Every problem companies experience with their employees springs from the same root cause: There is too little trust in the environment. There is too much fear.
Too little trust and too much fear in a workplace has a name: It’s called a toxic work environment.
Poor performance, high turnover, problem employees, tension between teams, burnout, political infighting and lack of commitment — they are all symptoms of a broken culture.
Managers often don’t realize that they create their own leadership problems.
People show up to work ready to get something done and engage their brains. Nobody comes to work to goof off. The reason people get bored and discouraged at work and don’t get much done is because there is something broken in the environment.
Managers and business owners don’t usually get defensive when somebody points out that their facility’s roof is leaking or that there’s mold in the pipes.
These are physical problems that affect the work environment in a big way. When your roof is leaking or there’s mold in the pipes, you call somebody to come out and fix the problem.
However, many leaders get defensive when somebody points out that their culture is broken. They say “No, our culture is fine — we just have bad employees!” and ignore the problem.
That’s their choice, but it’s the most expensive choice they can make. How can employees who are afraid of getting in trouble for making a mistake or arriving to work three minutes late perform at their peak?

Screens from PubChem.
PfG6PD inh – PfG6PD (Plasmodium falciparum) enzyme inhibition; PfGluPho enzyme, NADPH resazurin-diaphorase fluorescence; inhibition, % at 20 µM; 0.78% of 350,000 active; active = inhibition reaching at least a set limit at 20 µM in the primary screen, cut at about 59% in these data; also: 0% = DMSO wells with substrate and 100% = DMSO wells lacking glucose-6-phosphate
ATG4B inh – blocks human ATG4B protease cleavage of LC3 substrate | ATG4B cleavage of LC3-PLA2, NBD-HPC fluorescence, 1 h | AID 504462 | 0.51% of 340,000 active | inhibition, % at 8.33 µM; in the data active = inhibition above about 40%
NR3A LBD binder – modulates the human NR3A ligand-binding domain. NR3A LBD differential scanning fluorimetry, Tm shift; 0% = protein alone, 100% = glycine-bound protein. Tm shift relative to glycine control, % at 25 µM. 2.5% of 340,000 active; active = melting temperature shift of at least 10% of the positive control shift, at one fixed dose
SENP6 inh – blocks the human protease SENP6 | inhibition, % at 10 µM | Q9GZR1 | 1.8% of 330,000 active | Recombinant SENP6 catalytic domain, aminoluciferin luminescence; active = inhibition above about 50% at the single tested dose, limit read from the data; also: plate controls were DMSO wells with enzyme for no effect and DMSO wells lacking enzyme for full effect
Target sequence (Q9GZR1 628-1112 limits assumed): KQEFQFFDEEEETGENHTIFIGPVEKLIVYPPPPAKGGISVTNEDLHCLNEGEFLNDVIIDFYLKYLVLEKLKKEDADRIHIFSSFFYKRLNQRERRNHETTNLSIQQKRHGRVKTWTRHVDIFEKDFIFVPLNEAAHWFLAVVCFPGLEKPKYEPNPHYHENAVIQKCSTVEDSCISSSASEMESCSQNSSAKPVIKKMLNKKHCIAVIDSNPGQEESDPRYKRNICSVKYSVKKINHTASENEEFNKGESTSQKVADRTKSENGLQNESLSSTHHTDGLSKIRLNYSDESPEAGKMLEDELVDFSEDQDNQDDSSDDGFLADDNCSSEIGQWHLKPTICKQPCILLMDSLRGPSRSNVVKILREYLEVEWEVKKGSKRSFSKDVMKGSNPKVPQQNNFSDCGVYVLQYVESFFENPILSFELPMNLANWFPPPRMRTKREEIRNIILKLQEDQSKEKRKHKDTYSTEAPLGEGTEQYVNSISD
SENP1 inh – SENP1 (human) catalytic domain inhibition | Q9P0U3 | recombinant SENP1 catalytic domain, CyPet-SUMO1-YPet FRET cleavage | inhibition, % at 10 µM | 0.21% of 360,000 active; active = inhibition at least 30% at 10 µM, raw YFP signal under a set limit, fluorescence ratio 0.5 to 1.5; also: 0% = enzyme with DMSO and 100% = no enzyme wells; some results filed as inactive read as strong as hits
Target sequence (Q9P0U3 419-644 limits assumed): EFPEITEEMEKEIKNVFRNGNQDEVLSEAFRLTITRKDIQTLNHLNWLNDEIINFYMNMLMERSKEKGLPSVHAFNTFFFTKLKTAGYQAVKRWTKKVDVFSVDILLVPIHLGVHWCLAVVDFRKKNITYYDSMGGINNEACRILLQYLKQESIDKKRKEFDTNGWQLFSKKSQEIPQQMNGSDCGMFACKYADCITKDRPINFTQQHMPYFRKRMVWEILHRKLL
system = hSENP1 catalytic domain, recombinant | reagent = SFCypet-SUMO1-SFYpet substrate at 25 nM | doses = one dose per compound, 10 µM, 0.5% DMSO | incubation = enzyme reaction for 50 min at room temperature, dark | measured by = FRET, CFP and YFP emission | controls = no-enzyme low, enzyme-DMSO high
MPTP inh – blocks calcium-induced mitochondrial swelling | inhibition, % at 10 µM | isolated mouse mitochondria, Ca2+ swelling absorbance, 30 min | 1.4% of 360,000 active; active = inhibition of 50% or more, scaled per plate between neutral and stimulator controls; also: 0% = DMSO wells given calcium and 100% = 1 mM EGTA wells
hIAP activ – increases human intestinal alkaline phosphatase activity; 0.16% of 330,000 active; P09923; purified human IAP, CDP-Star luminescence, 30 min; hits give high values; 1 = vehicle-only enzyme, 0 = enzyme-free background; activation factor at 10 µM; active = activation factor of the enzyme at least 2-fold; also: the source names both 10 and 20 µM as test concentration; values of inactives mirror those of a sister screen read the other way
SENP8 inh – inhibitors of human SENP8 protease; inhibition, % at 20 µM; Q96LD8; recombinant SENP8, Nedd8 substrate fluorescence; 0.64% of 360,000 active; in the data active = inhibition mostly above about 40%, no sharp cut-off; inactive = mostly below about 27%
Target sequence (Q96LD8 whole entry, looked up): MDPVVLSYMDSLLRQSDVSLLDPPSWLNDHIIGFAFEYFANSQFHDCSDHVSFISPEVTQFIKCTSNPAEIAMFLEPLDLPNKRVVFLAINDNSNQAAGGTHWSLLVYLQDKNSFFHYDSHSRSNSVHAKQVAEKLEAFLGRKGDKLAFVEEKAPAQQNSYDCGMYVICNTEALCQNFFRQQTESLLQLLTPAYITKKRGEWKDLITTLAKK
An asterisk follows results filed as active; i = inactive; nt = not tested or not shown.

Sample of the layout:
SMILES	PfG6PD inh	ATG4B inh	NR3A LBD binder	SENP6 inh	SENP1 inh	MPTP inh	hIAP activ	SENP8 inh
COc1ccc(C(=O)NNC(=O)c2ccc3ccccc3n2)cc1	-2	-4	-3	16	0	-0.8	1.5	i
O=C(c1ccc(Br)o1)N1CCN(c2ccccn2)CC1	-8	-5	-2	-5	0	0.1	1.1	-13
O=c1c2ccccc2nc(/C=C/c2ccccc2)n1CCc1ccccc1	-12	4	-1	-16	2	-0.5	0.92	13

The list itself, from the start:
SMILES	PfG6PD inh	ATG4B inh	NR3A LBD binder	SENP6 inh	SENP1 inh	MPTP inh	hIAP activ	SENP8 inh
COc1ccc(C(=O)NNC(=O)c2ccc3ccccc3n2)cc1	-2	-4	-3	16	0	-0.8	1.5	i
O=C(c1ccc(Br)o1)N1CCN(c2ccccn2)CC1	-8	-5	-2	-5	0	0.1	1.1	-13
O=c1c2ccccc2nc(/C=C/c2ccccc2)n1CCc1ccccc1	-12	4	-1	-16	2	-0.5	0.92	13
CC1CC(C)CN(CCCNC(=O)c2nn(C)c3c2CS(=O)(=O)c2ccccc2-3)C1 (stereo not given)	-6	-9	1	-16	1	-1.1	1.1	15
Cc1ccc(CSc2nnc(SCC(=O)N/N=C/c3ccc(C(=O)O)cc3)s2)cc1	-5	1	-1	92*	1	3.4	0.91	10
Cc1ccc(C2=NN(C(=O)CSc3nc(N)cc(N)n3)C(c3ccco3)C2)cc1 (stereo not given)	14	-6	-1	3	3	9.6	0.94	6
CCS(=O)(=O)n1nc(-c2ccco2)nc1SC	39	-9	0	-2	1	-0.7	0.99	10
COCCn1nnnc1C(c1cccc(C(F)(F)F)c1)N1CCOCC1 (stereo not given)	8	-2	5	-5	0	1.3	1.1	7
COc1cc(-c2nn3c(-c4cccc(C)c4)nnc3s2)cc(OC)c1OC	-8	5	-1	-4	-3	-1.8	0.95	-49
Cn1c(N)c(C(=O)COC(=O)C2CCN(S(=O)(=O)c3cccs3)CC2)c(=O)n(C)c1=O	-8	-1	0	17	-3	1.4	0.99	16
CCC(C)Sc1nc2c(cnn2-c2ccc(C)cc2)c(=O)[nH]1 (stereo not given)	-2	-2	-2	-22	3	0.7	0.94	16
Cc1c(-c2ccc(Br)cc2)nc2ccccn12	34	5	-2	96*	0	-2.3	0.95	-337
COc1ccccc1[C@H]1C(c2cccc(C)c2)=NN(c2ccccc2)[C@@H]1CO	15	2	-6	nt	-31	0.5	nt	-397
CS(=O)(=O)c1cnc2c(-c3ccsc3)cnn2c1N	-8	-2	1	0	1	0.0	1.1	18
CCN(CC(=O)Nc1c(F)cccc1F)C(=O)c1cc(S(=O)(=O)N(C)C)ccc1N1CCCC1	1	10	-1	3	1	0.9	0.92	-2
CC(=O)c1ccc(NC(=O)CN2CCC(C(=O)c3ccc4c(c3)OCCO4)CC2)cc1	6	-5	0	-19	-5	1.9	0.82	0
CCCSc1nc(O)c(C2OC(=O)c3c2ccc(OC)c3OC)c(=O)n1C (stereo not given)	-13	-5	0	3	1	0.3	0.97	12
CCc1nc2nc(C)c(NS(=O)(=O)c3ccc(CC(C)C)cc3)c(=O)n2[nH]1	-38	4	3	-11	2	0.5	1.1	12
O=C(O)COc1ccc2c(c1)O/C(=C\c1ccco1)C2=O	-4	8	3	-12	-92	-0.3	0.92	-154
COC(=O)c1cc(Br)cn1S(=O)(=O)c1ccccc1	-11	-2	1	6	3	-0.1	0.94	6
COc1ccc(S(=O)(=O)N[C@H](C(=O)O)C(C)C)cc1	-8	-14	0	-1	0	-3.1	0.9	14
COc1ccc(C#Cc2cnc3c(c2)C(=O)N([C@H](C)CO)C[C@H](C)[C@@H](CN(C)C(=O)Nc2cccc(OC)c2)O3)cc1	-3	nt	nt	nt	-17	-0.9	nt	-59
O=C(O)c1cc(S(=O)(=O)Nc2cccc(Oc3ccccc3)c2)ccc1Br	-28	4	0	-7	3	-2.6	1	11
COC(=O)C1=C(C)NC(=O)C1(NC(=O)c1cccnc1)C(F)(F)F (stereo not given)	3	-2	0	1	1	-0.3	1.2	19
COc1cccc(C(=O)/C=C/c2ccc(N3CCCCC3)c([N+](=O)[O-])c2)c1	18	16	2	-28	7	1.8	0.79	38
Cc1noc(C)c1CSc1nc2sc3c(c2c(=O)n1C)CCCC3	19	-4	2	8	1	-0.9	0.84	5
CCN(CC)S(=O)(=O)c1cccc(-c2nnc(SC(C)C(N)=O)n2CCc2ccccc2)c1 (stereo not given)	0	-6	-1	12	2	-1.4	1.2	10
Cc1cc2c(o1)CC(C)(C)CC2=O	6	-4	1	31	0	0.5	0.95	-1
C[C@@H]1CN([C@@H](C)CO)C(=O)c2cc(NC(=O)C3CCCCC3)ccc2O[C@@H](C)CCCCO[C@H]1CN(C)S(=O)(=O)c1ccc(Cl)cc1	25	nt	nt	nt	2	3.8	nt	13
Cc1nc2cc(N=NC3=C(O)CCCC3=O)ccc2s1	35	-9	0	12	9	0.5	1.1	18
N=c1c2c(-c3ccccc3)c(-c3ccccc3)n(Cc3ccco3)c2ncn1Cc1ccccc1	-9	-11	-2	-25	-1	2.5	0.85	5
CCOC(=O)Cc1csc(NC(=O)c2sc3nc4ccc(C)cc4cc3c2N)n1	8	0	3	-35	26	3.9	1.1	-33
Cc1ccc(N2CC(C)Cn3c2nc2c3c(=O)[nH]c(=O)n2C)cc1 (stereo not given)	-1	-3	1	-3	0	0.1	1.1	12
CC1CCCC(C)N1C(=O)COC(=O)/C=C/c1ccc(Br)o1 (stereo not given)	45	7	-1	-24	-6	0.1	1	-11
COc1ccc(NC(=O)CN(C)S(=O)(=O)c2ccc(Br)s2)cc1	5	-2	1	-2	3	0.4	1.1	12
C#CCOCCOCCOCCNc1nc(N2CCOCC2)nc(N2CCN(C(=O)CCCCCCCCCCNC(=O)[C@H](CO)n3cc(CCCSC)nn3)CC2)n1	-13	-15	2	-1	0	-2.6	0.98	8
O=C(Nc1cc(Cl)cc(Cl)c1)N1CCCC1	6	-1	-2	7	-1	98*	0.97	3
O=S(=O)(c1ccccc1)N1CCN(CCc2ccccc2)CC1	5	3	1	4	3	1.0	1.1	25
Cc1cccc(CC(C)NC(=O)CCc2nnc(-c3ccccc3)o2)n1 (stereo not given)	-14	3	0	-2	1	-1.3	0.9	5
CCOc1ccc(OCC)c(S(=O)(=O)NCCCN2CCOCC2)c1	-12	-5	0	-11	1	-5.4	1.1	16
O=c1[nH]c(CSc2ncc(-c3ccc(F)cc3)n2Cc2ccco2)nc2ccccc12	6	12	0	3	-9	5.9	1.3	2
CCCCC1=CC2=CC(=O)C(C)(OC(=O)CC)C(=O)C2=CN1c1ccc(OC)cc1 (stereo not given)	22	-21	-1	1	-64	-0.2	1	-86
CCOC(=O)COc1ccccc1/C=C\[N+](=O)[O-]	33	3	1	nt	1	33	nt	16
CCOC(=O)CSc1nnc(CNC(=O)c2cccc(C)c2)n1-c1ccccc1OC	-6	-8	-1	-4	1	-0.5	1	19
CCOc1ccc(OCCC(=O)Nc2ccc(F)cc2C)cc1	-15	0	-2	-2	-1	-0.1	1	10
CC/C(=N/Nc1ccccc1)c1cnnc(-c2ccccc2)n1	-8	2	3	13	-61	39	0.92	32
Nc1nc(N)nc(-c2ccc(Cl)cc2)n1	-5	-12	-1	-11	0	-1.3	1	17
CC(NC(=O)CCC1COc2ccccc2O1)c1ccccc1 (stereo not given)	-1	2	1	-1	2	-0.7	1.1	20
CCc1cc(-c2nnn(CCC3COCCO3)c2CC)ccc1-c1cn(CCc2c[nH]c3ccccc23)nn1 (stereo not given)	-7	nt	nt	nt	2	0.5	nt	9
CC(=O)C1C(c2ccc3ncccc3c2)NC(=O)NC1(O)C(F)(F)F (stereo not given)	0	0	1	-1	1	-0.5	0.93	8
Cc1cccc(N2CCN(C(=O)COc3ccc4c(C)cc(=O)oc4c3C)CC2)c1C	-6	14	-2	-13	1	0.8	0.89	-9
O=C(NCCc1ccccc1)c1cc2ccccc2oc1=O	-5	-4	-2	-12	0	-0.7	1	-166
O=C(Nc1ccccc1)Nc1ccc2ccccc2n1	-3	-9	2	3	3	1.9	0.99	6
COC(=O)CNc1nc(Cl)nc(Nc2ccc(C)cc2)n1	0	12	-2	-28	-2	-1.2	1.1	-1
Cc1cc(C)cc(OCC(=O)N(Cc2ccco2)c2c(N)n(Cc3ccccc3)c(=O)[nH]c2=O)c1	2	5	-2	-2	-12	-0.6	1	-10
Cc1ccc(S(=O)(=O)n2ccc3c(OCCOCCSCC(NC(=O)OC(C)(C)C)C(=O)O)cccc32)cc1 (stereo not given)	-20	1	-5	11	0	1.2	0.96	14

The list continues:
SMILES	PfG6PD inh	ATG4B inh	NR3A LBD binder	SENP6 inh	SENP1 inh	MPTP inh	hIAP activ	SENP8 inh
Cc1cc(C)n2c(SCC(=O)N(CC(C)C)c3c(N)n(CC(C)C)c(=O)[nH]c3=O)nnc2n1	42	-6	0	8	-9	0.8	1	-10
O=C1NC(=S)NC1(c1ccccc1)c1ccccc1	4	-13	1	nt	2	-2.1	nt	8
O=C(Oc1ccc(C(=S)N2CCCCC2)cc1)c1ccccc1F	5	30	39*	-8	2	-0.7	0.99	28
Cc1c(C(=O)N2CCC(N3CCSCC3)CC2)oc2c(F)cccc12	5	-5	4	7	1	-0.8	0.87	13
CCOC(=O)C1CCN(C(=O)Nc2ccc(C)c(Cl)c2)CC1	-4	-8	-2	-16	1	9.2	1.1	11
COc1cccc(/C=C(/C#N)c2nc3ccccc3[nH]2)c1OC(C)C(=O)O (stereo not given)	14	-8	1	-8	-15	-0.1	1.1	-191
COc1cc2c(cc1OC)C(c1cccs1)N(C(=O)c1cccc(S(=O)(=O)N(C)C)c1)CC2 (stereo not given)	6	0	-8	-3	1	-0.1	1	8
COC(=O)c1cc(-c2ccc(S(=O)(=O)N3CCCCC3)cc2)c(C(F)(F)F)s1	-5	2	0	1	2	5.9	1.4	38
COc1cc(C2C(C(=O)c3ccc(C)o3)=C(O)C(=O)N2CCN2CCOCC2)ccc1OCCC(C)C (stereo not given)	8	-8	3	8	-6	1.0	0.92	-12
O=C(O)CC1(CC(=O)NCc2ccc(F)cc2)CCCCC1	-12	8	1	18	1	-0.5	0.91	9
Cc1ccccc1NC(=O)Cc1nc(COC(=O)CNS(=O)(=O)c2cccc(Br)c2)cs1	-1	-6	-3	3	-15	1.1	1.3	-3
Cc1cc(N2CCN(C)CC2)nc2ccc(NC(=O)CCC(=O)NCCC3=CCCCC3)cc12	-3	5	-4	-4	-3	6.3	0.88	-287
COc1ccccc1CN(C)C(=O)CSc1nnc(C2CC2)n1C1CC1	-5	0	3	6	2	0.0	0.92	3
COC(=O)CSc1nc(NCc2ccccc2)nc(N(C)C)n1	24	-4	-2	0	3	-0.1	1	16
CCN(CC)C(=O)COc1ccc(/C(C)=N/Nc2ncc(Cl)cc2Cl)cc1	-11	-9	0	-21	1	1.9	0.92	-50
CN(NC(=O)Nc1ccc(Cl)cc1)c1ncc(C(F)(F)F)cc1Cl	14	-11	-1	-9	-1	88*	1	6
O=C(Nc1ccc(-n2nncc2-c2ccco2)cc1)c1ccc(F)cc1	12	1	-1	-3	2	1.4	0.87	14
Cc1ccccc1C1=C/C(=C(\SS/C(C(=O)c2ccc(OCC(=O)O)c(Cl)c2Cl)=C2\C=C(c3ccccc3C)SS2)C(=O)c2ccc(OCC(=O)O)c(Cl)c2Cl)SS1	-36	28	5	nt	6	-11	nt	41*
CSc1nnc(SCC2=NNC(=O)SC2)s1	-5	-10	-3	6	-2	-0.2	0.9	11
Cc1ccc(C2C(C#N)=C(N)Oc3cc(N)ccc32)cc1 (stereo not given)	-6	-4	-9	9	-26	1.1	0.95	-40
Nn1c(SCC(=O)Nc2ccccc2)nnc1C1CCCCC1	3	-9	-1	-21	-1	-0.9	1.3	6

How can they perform at all?
Here are ten ways to build trust into your company’s or department’s culture.
You and your fellow managers may have to step out of your comfort zone to make these changes. You may have to step out of your comfort zone merely to suggest making these changes!
If you are filled with dread at the idea of suggesting to your higher-up managers that it might help your company if there were more trust on the team — and that it is possible to move in that direction, if your managers are willing to try it — then don’t do it.
Keep your mouth shut in that case, and look for a better job.
Ten Ways To Build Trust On Your Team
1. The first way to build trust in your organization is to talk about fear and trust as business topics. For many leaders, this is the hardest step to take. We have been trained not to talk about our fears. If there is a high level of fear in your organization already, employees may bite their lips rather than tell the truth about your toxic culture even when the topic appears on a meeting agenda.